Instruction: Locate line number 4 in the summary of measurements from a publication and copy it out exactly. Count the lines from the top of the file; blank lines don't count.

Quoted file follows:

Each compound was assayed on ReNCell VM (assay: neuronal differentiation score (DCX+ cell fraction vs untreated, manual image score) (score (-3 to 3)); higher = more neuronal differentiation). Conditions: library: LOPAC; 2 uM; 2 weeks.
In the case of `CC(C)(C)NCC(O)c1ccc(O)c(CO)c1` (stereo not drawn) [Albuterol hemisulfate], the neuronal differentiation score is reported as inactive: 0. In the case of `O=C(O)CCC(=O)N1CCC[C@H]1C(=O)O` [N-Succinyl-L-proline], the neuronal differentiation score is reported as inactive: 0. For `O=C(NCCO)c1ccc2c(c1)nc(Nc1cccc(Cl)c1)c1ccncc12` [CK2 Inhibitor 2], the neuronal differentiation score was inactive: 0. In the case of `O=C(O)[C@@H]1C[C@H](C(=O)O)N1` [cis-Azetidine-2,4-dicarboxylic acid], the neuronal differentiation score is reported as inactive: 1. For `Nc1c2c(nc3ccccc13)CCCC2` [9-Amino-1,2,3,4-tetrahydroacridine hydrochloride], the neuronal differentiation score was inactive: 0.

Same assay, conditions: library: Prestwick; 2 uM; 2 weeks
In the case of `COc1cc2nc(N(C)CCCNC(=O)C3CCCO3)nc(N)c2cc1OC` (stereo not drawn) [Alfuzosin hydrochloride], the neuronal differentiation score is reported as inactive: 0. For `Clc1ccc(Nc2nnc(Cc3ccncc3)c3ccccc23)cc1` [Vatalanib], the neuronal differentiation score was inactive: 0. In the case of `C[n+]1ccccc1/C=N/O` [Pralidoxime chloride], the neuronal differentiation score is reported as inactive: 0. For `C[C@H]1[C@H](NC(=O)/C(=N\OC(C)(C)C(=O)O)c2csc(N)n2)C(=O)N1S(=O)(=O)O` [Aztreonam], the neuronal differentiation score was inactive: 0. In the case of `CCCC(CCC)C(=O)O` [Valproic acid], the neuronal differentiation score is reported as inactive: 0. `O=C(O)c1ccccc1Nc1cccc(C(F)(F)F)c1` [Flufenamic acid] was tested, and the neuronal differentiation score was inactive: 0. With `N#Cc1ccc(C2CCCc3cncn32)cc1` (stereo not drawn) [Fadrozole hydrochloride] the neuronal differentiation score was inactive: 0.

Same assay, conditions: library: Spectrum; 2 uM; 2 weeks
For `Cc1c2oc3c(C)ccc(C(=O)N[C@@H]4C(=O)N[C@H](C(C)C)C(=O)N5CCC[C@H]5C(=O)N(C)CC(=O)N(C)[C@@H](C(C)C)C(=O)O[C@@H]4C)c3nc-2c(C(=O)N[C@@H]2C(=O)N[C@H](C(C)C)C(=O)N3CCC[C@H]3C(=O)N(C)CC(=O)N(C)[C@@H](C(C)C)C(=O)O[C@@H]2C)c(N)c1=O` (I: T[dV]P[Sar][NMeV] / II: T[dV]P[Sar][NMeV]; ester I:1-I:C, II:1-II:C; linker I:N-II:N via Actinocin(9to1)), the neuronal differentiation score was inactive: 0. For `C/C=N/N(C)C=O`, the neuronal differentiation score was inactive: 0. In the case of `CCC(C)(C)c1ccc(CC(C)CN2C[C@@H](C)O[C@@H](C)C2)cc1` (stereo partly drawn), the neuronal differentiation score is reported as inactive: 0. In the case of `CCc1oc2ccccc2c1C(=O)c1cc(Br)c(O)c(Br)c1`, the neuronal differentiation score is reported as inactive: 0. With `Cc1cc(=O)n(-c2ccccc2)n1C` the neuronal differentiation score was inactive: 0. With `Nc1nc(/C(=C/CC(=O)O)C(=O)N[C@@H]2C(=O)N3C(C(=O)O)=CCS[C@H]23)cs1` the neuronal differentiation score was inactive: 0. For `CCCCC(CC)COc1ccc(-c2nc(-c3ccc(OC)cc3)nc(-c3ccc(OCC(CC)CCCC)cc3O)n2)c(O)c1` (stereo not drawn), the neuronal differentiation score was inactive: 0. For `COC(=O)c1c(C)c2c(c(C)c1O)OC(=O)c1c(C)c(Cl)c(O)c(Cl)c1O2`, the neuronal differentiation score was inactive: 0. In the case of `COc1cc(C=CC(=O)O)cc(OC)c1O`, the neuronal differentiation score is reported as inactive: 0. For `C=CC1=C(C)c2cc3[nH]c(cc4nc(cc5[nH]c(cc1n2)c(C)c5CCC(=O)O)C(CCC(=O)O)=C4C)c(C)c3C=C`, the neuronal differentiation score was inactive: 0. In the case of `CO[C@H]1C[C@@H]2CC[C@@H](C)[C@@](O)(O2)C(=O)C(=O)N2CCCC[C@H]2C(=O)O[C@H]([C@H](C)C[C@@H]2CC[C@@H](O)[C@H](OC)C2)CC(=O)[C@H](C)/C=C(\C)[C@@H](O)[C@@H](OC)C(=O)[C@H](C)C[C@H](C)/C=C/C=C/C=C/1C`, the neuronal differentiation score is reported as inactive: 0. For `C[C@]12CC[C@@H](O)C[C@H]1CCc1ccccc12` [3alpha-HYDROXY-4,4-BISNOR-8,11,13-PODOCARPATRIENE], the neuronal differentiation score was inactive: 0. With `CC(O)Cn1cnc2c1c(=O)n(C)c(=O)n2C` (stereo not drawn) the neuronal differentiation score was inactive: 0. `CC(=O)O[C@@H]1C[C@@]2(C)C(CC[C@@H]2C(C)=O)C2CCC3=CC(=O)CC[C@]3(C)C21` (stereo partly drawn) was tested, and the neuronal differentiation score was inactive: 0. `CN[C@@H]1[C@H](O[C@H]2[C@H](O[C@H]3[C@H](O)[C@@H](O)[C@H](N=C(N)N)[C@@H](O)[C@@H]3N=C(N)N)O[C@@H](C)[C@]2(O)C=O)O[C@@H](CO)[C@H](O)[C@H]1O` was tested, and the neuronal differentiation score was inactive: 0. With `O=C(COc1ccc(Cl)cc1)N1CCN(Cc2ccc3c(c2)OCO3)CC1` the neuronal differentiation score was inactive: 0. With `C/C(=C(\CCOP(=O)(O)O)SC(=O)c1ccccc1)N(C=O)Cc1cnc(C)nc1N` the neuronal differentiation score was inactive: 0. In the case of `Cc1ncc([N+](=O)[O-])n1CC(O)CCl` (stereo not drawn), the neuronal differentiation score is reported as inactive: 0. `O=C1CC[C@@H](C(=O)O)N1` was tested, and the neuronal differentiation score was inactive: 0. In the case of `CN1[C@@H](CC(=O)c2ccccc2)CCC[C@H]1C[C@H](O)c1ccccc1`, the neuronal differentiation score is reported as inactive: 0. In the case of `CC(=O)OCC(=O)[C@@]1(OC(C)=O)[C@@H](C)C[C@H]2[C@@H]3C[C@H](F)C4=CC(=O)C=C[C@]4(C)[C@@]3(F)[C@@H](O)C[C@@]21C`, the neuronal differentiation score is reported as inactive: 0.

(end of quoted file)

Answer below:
In the case of `COc1cc2nc(N(C)CCCNC(=O)C3CCCO3)nc(N)c2cc1OC` (stereo not drawn) [Alfuzosin hydrochloride], the neuronal differentiation score is reported as inactive: 0. For `Clc1ccc(Nc2nnc(Cc3ccncc3)c3ccccc23)cc1` [Vatalanib], the neuronal differentiation score was inactive: 0. In the case of `C[n+]1ccccc1/C=N/O` [Pralidoxime chloride], the neuronal differentiation score is reported as inactive: 0. For `C[C@H]1[C@H](NC(=O)/C(=N\OC(C)(C)C(=O)O)c2csc(N)n2)C(=O)N1S(=O)(=O)O` [Aztreonam], the neuronal differentiation score was inactive: 0. In the case of `CCCC(CCC)C(=O)O` [Valproic acid], the neuronal differentiation score is reported as inactive: 0. `O=C(O)c1ccccc1Nc1cccc(C(F)(F)F)c1` [Flufenamic acid] was tested, and the neuronal differentiation score was inactive: 0. With `N#Cc1ccc(C2CCCc3cncn32)cc1` (stereo not drawn) [Fadrozole hydrochloride] the neuronal differentiation score was inactive: 0.